Not quite. If we have three, that is a triad ##u\otimes v \otimes w## and gives a cube: first the matrix and then weighted copies of it stacked. A general tensor of rank three is a linear combination of triads and so we can get any cube this way, or with linear combinations of dyads any matrix. A dyad itself is always a rank one matrix. Rank is ambiguous here, as the tensor has a rank which says how long the tensor products are, and whether they are composed of vectors or linear forms, which can be written as vectors, too: ##v^*\, = \,(\,x \mapsto \langle v,x \rangle \,)## and so we can combine them to e.g. ##u^* \otimes v^* \otimes w## which is a rank ##(1,2)-##tensor: one vector, two linear forms. In coordinates it is still a cube, which brings us back to your ##3^n##. It is ##n^3##.

Correction, you are right. I thought of dimension ##n## and three vectors, and you probably of dimension ##3## and ##n## vectors. Sorry, for the misunderstanding. There is another remark to be made. Whether as in my example it is called ##(1,2)-##tensor or ##(2,1)-##tensor can vary from author to author.

Not quite. If we have three, that is a triad ##u\otimes v \otimes w## and gives a cube: first the matrix and then weighted copies of it stacked. A general tensor of rank three is a linear combination of triads and so we can get any cube this way, or with linear combinations of dyads any matrix. A dyad itself is always a rank one matrix. Rank is ambiguous here, as the tensor has a rank which says how long the tensor products are, and whether they are composed of vectors or linear forms, which can be written as vectors, too: ##v^*\, = \,(\,x \mapsto \langle v,x \rangle \,)## and so we can combine them to e.g. ##u^* \otimes v^* \otimes w## which is a rank ##(1,2)-##tensor: one vector, two linear forms. In coordinates it is still a cube, which brings us back to your ##3^n##. It is ##n^3##.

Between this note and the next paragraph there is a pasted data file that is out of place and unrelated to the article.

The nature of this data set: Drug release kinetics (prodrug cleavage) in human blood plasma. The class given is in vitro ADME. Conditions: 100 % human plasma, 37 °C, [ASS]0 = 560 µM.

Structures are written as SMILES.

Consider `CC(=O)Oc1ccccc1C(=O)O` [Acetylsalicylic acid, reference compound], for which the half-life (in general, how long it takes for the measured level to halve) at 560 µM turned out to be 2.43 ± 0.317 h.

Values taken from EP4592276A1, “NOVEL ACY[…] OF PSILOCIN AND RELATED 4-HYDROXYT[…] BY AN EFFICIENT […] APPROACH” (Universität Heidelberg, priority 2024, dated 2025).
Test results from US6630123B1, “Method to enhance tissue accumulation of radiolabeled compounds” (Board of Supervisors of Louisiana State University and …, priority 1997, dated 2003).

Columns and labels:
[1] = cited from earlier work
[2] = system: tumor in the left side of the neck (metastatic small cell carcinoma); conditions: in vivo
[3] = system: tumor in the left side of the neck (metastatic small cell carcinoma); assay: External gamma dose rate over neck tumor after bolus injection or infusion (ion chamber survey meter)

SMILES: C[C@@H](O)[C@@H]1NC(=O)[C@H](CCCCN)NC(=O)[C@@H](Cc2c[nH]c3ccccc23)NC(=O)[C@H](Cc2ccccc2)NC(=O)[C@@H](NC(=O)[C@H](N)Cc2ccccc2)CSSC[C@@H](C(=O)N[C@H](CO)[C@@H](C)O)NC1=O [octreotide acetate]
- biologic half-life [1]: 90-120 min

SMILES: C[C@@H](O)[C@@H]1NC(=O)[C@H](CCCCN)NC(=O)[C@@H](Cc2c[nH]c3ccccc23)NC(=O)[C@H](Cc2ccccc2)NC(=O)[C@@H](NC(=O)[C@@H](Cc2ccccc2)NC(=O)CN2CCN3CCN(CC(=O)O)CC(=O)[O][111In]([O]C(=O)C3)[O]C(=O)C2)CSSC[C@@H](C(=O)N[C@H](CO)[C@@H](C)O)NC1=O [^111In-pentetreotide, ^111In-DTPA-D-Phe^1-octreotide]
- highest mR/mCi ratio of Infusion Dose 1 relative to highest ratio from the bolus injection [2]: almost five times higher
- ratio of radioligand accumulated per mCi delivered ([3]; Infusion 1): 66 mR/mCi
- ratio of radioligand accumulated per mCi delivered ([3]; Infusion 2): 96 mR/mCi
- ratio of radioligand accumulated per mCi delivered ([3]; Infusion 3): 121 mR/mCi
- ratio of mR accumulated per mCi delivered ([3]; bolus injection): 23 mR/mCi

Correction, you are right. I thought of dimension ##n## and three vectors, and you probably of dimension ##3## and ##n## vectors. Sorry, for the misunderstanding. There is another remark to be made. Whether as in my example it is called ##(1,2)-##tensor or ##(2,1)-##tensor can vary from author to author.
Yeah I was thinking of dimension 3. With 4-vectors would it be 4n? I recall something about a tensor in the Einstein Equation having 16 components, 4 squared.

Anyway it looks like I’m about to open Pandora’s Box here, based on what you’ve posted here. Or, I guess Kansas is going bye bye. Or whatever metaphor, because this looks like a whole other level of complexity.

Yeah I was thinking of dimension 3. With 4-vectors would it be 4n?
In four dimensions with ##n## vectors, i.e. ##u_1\otimes u_2 \otimes \ldots \otimes u_n##, then yes, this makes ##4^n## coordinates.
I recall something about a tensor in the Einstein Equation having 16 components, 4 squared.

Anyway it looks like I’m about to open Pandora’s Box here, based on what you’ve posted here. Or, I guess Kansas is going bye bye. Or whatever metaphor, because this looks like a whole other level of complexity.
It's not that complicated. It's linear after all, or better, multilinear. E.g. think of a linear mapping ##\varphi \, : \, V \longrightarrow W## with a matrix ##A##. Then we write ##\varphi (u) = Au = a_1w_1 + \ldots +a_nw_n##. Now we can also write ##A=\sum v^*_i \otimes w_j## and ##Au=\sum v_i^*(u)w_j = \sum \langle u,v_i \rangle \,w_j## and the ##a_i = \langle u,v_i \rangle##.